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News Alert: OSHA’s focus on workplace violence in healthcare continues

June 8, 2023

OSHA’s focus on workplace violence in healthcare continues

On May 10, 2023, OSHA issued a citation to a Texas-based children’s hospital due to workplace violence by an aggressive patient against an employee. As the citation and OSHA press release state, “On Nov. 10, 2022, an aggressive patient pulled a security officer to the ground by the hair and kicked them repeatedly in the chest and abdomen.” The officer “lost consciousness, was taken to the emergency room and hospitalized.” The citation states that there were 15 incidents with injuries involving aggressive patients at the hospital in 2022 alone. Some of the measures suggested by OSHA include the following:

  1. Conduct a worksite hazard assessment to identify employees and departments at risk of patient-on-staff workplace violence. Analyze the OSHA 300 log data and de-escalation calls for trends.
  2. Update, implement, and communicate worksite-specific workplace violence policies and procedures that include:
    • A workplace violence coordinator who is known to employees and managers.
    • Clear and consistent procedures for requesting assistance. Ensure employees are informed of and trained on the correct procedures.
    • Employee participation in meetings and identifying controls to address workplace violence incidents.
    • A system for tracking and investigating all workplace violence incidents, regardless of recordability. Conduct thorough incident investigations, including communicating with affected employees following an incident.
  3. Ensure all staff have a reliable means to immediately communicate when they need assistance and all staff are trained on proper procedures to call for assistance.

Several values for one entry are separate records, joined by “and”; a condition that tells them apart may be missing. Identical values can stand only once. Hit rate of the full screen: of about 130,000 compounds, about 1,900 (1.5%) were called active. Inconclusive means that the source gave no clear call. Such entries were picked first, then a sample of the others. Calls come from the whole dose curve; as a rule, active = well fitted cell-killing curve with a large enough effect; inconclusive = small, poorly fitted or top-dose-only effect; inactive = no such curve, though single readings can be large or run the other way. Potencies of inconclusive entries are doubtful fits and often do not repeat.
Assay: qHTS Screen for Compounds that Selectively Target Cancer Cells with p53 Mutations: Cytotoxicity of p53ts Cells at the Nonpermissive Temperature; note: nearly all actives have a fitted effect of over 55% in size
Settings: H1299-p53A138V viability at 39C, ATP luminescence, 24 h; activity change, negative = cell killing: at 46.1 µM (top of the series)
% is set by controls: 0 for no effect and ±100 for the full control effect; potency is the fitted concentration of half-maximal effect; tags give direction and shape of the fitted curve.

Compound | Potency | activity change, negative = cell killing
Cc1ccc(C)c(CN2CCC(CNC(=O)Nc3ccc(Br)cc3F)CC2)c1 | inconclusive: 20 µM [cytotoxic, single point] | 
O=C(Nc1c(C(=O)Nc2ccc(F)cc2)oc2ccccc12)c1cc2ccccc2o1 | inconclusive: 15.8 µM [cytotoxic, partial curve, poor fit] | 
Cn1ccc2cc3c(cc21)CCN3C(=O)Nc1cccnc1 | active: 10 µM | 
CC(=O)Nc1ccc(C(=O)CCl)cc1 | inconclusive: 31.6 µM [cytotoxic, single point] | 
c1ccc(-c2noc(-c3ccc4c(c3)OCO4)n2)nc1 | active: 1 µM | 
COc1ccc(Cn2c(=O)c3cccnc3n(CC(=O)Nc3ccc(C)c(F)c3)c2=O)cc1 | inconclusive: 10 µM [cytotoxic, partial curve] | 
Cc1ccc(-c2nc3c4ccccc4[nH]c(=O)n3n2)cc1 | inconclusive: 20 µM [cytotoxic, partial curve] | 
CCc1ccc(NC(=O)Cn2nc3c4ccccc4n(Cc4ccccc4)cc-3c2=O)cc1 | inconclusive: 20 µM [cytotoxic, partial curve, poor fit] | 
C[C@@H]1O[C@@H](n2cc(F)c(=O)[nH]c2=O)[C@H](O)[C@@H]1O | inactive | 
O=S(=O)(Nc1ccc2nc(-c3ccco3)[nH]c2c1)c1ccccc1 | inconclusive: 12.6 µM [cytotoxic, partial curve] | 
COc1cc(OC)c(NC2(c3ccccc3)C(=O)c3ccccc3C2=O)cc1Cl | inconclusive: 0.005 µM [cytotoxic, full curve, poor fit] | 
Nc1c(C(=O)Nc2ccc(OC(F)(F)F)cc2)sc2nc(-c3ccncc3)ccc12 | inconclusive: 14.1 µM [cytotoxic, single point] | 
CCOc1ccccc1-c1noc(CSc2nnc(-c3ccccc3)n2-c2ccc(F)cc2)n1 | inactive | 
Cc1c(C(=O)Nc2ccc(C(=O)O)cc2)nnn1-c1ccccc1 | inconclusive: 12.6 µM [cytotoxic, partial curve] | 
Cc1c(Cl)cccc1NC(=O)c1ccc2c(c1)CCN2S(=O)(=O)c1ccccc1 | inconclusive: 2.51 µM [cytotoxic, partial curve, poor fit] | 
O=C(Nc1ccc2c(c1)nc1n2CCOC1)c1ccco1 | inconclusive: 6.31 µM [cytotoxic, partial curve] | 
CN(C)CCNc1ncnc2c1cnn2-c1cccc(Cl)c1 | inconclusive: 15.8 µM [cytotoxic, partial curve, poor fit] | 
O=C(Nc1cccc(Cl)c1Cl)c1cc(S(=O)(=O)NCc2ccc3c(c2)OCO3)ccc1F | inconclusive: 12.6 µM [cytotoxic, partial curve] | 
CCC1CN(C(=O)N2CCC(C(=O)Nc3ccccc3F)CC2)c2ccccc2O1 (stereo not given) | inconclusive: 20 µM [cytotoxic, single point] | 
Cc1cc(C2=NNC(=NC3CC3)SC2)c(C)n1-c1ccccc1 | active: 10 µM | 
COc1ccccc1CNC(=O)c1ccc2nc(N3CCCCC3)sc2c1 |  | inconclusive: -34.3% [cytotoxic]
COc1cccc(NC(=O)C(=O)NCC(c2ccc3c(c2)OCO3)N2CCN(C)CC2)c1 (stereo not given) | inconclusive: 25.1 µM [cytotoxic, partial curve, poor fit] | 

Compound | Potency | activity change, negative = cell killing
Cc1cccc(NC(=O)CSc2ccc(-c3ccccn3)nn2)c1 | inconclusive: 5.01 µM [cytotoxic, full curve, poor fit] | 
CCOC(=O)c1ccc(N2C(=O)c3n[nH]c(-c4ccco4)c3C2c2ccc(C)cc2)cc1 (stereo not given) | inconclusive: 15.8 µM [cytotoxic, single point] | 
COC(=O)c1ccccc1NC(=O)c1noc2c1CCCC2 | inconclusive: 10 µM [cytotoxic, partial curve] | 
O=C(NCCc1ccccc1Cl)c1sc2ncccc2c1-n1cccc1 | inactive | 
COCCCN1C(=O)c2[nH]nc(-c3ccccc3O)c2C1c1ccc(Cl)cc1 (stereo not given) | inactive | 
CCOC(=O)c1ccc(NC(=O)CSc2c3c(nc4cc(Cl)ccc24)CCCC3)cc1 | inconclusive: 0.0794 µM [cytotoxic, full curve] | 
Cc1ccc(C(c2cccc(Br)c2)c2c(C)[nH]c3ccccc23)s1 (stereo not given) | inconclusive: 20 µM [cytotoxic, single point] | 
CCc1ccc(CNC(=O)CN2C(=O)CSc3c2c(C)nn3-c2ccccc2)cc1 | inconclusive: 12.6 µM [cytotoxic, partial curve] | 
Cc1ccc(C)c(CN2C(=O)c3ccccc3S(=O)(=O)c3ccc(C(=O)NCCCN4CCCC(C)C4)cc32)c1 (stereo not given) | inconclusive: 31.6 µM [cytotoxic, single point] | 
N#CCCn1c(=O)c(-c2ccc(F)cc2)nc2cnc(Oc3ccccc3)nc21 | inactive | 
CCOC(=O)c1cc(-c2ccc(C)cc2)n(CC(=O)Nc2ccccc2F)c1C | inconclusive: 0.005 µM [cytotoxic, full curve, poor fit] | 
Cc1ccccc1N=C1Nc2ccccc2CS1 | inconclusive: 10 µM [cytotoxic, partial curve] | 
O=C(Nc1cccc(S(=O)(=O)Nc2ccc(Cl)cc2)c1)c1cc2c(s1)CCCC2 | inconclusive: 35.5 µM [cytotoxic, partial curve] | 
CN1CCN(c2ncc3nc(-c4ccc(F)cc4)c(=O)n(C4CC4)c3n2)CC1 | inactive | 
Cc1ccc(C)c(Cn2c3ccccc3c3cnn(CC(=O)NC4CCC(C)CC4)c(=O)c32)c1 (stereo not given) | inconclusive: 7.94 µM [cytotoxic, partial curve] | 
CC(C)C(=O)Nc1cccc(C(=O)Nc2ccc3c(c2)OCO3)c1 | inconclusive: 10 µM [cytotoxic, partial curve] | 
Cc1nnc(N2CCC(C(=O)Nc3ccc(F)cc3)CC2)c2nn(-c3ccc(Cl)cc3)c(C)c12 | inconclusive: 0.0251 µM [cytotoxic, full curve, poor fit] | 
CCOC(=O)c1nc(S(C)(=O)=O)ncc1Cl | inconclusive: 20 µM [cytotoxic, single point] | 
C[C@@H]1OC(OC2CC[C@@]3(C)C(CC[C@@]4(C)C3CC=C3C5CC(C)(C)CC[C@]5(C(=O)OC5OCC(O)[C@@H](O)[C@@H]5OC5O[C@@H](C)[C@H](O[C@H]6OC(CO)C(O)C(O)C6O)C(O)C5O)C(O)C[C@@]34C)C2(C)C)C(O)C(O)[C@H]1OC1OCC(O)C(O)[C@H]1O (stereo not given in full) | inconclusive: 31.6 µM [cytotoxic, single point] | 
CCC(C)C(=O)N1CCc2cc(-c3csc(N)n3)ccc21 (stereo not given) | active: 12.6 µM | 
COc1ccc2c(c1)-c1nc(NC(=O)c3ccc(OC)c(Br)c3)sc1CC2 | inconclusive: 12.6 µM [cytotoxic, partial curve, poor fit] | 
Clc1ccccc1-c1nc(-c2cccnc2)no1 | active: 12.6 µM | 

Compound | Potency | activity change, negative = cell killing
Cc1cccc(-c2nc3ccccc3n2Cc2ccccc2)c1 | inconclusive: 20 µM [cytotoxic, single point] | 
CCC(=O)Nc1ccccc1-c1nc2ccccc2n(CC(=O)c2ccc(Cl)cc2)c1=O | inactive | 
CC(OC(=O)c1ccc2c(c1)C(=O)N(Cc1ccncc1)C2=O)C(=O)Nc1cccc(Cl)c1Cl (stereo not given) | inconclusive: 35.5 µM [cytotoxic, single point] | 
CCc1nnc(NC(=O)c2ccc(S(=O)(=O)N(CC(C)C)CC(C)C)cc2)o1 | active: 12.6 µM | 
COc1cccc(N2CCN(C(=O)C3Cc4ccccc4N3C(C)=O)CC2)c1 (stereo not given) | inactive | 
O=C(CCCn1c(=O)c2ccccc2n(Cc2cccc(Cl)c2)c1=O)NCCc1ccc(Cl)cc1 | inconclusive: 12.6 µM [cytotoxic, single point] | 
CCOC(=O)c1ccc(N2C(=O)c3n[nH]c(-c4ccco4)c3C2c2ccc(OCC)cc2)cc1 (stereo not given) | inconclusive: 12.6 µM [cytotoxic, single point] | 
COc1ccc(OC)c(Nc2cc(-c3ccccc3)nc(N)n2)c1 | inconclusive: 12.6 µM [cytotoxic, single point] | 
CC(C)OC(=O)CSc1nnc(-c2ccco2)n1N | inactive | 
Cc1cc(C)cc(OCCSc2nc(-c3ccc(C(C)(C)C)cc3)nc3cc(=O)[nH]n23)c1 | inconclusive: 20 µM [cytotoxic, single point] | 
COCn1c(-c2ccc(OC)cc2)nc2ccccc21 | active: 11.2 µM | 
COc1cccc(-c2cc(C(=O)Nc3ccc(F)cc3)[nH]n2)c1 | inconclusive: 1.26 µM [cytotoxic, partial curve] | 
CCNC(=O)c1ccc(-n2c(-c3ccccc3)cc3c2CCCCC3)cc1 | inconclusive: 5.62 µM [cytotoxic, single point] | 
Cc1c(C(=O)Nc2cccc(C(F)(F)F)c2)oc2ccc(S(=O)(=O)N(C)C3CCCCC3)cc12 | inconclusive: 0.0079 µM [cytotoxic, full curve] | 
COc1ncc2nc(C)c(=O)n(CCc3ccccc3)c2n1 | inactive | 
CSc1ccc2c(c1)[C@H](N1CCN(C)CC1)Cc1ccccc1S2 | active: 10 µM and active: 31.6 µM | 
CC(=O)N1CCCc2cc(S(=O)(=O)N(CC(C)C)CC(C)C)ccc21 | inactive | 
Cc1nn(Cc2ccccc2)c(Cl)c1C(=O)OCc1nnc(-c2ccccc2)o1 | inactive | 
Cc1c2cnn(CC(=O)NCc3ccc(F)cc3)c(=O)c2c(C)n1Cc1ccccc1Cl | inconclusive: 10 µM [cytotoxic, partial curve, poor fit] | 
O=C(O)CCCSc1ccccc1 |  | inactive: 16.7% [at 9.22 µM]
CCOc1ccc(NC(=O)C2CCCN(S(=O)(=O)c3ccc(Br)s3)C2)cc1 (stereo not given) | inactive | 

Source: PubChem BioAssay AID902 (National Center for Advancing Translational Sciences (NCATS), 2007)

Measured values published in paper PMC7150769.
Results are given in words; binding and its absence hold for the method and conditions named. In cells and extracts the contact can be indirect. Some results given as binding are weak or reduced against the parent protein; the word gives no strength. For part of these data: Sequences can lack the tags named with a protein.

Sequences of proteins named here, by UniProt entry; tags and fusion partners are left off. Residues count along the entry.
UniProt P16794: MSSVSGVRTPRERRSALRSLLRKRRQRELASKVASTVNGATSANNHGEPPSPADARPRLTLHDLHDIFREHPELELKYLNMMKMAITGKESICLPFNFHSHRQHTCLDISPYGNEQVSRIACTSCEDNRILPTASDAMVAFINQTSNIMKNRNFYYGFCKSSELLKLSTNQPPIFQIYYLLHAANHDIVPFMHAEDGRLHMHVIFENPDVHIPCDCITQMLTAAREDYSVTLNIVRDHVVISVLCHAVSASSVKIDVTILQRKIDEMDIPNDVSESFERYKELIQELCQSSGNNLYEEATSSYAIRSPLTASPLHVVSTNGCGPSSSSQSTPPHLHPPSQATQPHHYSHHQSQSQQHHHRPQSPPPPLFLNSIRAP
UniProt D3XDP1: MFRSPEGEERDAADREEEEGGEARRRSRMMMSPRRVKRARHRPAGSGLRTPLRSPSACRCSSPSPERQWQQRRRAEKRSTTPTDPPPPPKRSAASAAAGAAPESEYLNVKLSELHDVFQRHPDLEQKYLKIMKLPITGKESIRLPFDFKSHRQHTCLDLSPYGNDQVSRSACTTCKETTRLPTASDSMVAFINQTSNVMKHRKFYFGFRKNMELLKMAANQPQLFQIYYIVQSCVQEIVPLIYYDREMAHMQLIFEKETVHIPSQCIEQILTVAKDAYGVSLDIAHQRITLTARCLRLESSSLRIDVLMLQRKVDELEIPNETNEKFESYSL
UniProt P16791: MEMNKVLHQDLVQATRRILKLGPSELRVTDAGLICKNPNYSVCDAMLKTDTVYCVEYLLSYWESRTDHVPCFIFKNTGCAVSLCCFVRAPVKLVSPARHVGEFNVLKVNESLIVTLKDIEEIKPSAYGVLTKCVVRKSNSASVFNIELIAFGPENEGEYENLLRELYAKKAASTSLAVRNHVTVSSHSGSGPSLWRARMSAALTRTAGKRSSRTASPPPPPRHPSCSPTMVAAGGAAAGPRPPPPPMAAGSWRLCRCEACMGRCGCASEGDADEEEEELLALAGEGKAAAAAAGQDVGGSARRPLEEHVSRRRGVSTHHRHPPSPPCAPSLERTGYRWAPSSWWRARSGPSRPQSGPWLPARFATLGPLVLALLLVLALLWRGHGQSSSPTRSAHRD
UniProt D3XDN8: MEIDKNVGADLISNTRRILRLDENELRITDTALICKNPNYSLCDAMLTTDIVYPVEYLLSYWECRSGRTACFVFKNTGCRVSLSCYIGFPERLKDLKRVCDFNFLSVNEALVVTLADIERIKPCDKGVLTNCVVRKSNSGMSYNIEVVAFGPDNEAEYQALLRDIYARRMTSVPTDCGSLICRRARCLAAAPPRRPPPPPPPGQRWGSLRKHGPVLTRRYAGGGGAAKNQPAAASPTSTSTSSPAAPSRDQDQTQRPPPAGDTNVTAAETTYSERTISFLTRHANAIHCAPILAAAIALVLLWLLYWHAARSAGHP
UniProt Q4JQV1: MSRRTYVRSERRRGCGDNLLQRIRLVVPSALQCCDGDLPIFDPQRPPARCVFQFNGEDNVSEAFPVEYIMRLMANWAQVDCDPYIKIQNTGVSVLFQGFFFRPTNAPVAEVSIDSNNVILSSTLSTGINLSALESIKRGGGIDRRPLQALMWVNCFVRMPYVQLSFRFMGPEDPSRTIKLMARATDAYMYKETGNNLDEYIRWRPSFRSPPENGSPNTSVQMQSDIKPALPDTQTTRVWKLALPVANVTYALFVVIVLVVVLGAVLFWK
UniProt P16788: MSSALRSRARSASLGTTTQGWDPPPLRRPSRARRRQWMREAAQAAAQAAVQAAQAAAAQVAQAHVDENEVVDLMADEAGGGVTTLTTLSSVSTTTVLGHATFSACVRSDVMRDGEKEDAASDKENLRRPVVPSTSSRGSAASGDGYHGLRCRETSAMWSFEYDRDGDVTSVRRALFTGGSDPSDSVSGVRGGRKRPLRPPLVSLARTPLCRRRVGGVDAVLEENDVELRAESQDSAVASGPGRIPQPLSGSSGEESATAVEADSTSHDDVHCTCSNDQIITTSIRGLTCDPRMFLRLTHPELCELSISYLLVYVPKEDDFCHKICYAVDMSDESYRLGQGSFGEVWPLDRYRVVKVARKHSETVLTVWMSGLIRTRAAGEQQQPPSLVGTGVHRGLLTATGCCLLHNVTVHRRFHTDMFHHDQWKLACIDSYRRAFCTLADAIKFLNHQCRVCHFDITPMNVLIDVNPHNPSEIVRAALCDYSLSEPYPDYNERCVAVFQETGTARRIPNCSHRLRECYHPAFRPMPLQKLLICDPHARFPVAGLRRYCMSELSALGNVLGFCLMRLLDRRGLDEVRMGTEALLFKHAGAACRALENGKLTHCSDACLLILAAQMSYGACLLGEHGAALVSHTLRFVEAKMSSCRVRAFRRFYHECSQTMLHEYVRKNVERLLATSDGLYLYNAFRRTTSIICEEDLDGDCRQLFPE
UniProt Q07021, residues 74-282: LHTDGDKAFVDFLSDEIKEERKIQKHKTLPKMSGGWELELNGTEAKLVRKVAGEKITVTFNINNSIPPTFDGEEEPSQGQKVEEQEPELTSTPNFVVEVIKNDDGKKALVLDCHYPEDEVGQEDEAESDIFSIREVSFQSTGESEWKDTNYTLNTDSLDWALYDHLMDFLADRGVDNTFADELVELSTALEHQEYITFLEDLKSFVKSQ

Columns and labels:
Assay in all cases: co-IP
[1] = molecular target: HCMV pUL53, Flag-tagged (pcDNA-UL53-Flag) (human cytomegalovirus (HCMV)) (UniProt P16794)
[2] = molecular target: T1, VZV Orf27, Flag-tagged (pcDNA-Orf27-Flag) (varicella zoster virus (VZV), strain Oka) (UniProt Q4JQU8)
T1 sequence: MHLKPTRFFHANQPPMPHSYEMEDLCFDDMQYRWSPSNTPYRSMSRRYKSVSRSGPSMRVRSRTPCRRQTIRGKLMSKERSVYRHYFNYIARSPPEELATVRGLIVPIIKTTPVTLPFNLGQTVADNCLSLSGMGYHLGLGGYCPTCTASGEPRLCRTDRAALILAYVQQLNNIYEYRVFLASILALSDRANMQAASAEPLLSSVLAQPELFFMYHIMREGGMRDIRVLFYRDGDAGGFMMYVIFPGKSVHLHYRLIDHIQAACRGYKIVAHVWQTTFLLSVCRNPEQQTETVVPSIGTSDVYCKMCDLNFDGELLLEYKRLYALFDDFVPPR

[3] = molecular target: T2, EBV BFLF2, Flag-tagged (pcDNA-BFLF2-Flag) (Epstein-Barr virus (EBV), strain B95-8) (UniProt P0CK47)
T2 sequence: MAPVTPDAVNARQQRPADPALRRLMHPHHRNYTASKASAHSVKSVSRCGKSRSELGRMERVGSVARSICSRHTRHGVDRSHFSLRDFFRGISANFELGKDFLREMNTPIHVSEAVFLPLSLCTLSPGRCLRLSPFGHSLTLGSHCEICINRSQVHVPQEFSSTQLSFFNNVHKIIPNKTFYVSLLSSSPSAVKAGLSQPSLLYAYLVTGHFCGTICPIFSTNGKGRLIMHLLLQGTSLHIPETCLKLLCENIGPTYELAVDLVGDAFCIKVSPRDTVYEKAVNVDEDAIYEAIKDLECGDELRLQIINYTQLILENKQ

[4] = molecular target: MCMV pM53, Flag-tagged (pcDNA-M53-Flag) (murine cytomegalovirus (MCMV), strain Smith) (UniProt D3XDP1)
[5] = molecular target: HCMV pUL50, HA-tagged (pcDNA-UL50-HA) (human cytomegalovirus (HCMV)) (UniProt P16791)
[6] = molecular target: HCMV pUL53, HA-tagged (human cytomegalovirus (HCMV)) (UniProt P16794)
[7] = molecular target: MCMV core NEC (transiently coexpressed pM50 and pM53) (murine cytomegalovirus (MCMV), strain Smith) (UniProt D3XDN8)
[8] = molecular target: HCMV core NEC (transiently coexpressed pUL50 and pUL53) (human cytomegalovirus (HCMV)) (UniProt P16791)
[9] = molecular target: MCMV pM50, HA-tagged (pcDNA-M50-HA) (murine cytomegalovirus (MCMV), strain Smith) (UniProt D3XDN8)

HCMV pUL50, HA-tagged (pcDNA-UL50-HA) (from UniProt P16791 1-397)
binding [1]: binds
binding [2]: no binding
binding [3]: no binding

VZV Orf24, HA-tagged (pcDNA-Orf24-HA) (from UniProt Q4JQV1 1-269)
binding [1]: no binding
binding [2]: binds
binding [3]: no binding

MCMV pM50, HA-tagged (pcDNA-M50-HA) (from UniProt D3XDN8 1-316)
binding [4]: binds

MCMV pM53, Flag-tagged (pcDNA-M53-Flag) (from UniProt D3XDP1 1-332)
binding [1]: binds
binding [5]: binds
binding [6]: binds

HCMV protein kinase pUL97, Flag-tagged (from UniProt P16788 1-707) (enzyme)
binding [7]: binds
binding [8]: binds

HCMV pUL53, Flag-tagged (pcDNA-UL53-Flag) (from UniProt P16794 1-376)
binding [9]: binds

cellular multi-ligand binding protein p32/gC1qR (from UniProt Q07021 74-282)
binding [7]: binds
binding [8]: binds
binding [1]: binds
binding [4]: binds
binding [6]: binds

4. Train all employees (including sitters) at risk of patient-on-staff workplace violence on methods, such as de-escalation techniques, and ways to protect themselves in situations where patients may become violent.
  5. Ensure that patients are assessed for aggression during admittance to the hospital in order to identify patients who may become aggressive.
  6. Ensure that PPE such as hair nets, face shields, arm guards, and impact vests are freely and readily available for use.

The press release further quotes OSHA Area Director as stating: “Healthcare employers must protect their employees, particularly those in contact with aggressive or potentially aggressive patients, from the danger of being attacked by a patient. Employers must have certain effective policies and procedures in place so employees don’t have to work in fear of their safety.” The hospital was cited $15,625 and is now at risk of “repeat” violations of much higher amounts.

This case highlights OSHA’s ongoing enforcement efforts in the healthcare industry, even without a specific workplace violence standard. A specific standard, however, is coming. OSHA is in the rulemaking process and is expected to issue a workplace violence regulation in the coming year, which will make it even easier for OSHA to issue citations like this one.

Based on our experience, many healthcare facilities have certain violence-related policies, but they are piecemeal and may conflict at times. Now may be a good time to consider combining these individual policies to create a comprehensive policy that meets both CMS and OSHA requirements by addressing patient safety, employee safety, and emergency preparedness.

Written By:  Weathers Bolt

If you have any questions or need legal support, please contact:

Weathers Bolt

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